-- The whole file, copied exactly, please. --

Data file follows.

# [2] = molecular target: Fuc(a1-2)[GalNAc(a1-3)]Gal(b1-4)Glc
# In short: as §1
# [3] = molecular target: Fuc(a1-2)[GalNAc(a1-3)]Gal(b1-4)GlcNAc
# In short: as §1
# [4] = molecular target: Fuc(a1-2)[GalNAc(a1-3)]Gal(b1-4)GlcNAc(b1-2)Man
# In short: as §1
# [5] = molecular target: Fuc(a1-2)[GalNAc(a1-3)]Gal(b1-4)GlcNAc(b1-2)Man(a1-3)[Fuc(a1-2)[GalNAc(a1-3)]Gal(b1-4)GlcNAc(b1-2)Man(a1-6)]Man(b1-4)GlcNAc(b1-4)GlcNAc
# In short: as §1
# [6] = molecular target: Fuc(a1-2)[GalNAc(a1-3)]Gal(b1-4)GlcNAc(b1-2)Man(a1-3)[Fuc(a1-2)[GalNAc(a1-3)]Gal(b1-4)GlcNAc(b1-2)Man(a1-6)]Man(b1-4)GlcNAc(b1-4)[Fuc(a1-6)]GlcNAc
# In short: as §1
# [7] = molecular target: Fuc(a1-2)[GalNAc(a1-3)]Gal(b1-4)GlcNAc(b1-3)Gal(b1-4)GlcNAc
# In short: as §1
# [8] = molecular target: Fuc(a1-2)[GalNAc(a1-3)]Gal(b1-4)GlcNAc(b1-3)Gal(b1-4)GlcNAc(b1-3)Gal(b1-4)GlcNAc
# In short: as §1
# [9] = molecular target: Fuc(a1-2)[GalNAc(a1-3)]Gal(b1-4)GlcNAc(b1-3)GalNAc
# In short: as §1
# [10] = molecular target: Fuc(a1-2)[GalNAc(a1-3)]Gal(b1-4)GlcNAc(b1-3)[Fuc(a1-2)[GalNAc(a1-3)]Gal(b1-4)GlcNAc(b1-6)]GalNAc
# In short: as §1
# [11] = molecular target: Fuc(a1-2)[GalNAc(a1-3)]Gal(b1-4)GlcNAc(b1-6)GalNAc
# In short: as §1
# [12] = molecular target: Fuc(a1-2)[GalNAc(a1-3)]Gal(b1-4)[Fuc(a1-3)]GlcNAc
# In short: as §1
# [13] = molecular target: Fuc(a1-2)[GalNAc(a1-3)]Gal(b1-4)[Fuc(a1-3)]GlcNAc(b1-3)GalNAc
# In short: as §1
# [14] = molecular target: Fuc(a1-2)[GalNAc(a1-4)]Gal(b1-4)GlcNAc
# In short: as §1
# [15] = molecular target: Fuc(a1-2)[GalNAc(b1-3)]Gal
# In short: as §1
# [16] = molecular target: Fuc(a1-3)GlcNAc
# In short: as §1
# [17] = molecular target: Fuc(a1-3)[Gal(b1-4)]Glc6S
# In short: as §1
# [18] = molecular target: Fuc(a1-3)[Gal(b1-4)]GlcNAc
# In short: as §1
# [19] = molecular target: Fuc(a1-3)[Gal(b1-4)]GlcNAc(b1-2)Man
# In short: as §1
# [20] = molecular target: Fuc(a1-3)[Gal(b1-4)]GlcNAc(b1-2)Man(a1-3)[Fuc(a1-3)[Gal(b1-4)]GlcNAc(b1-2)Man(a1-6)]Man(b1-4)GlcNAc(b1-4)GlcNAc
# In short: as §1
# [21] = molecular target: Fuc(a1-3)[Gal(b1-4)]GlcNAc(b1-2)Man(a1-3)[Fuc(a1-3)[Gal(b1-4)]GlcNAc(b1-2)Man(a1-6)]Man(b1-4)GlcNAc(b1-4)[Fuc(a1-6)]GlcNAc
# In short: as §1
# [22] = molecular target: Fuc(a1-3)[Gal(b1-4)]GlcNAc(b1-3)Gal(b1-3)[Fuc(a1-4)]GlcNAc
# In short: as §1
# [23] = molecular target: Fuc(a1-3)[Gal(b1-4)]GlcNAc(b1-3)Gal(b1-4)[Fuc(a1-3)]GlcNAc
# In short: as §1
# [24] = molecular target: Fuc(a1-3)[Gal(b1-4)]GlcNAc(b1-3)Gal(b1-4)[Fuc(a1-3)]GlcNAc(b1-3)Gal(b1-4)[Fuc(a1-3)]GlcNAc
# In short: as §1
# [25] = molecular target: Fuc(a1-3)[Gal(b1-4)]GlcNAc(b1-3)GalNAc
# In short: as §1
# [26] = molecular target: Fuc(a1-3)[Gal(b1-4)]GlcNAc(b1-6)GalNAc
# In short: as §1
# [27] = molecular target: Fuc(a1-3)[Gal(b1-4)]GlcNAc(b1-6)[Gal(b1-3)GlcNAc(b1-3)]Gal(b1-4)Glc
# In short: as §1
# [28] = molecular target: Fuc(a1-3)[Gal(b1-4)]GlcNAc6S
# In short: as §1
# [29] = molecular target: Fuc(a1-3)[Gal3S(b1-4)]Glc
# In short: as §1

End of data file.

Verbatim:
# [2] = molecular target: Fuc(a1-2)[GalNAc(a1-3)]Gal(b1-4)Glc
# In short: as §1
# [3] = molecular target: Fuc(a1-2)[GalNAc(a1-3)]Gal(b1-4)GlcNAc
# In short: as §1
# [4] = molecular target: Fuc(a1-2)[GalNAc(a1-3)]Gal(b1-4)GlcNAc(b1-2)Man
# In short: as §1
# [5] = molecular target: Fuc(a1-2)[GalNAc(a1-3)]Gal(b1-4)GlcNAc(b1-2)Man(a1-3)[Fuc(a1-2)[GalNAc(a1-3)]Gal(b1-4)GlcNAc(b1-2)Man(a1-6)]Man(b1-4)GlcNAc(b1-4)GlcNAc
# In short: as §1
# [6] = molecular target: Fuc(a1-2)[GalNAc(a1-3)]Gal(b1-4)GlcNAc(b1-2)Man(a1-3)[Fuc(a1-2)[GalNAc(a1-3)]Gal(b1-4)GlcNAc(b1-2)Man(a1-6)]Man(b1-4)GlcNAc(b1-4)[Fuc(a1-6)]GlcNAc
# In short: as §1
# [7] = molecular target: Fuc(a1-2)[GalNAc(a1-3)]Gal(b1-4)GlcNAc(b1-3)Gal(b1-4)GlcNAc
# In short: as §1
# [8] = molecular target: Fuc(a1-2)[GalNAc(a1-3)]Gal(b1-4)GlcNAc(b1-3)Gal(b1-4)GlcNAc(b1-3)Gal(b1-4)GlcNAc
# In short: as §1
# [9] = molecular target: Fuc(a1-2)[GalNAc(a1-3)]Gal(b1-4)GlcNAc(b1-3)GalNAc
# In short: as §1
# [10] = molecular target: Fuc(a1-2)[GalNAc(a1-3)]Gal(b1-4)GlcNAc(b1-3)[Fuc(a1-2)[GalNAc(a1-3)]Gal(b1-4)GlcNAc(b1-6)]GalNAc
# In short: as §1
# [11] = molecular target: Fuc(a1-2)[GalNAc(a1-3)]Gal(b1-4)GlcNAc(b1-6)GalNAc
# In short: as §1
# [12] = molecular target: Fuc(a1-2)[GalNAc(a1-3)]Gal(b1-4)[Fuc(a1-3)]GlcNAc
# In short: as §1
# [13] = molecular target: Fuc(a1-2)[GalNAc(a1-3)]Gal(b1-4)[Fuc(a1-3)]GlcNAc(b1-3)GalNAc
# In short: as §1
# [14] = molecular target: Fuc(a1-2)[GalNAc(a1-4)]Gal(b1-4)GlcNAc
# In short: as §1
# [15] = molecular target: Fuc(a1-2)[GalNAc(b1-3)]Gal
# In short: as §1
# [16] = molecular target: Fuc(a1-3)GlcNAc
# In short: as §1
# [17] = molecular target: Fuc(a1-3)[Gal(b1-4)]Glc6S
# In short: as §1
# [18] = molecular target: Fuc(a1-3)[Gal(b1-4)]GlcNAc
# In short: as §1
# [19] = molecular target: Fuc(a1-3)[Gal(b1-4)]GlcNAc(b1-2)Man
# In short: as §1
# [20] = molecular target: Fuc(a1-3)[Gal(b1-4)]GlcNAc(b1-2)Man(a1-3)[Fuc(a1-3)[Gal(b1-4)]GlcNAc(b1-2)Man(a1-6)]Man(b1-4)GlcNAc(b1-4)GlcNAc
# In short: as §1
# [21] = molecular target: Fuc(a1-3)[Gal(b1-4)]GlcNAc(b1-2)Man(a1-3)[Fuc(a1-3)[Gal(b1-4)]GlcNAc(b1-2)Man(a1-6)]Man(b1-4)GlcNAc(b1-4)[Fuc(a1-6)]GlcNAc
# In short: as §1
# [22] = molecular target: Fuc(a1-3)[Gal(b1-4)]GlcNAc(b1-3)Gal(b1-3)[Fuc(a1-4)]GlcNAc
# In short: as §1
# [23] = molecular target: Fuc(a1-3)[Gal(b1-4)]GlcNAc(b1-3)Gal(b1-4)[Fuc(a1-3)]GlcNAc
# In short: as §1
# [24] = molecular target: Fuc(a1-3)[Gal(b1-4)]GlcNAc(b1-3)Gal(b1-4)[Fuc(a1-3)]GlcNAc(b1-3)Gal(b1-4)[Fuc(a1-3)]GlcNAc
# In short: as §1
# [25] = molecular target: Fuc(a1-3)[Gal(b1-4)]GlcNAc(b1-3)GalNAc
# In short: as §1
# [26] = molecular target: Fuc(a1-3)[Gal(b1-4)]GlcNAc(b1-6)GalNAc
# In short: as §1
# [27] = molecular target: Fuc(a1-3)[Gal(b1-4)]GlcNAc(b1-6)[Gal(b1-3)GlcNAc(b1-3)]Gal(b1-4)Glc
# In short: as §1
# [28] = molecular target: Fuc(a1-3)[Gal(b1-4)]GlcNAc6S
# In short: as §1
# [29] = molecular target: Fuc(a1-3)[Gal3S(b1-4)]Glc
# In short: as §1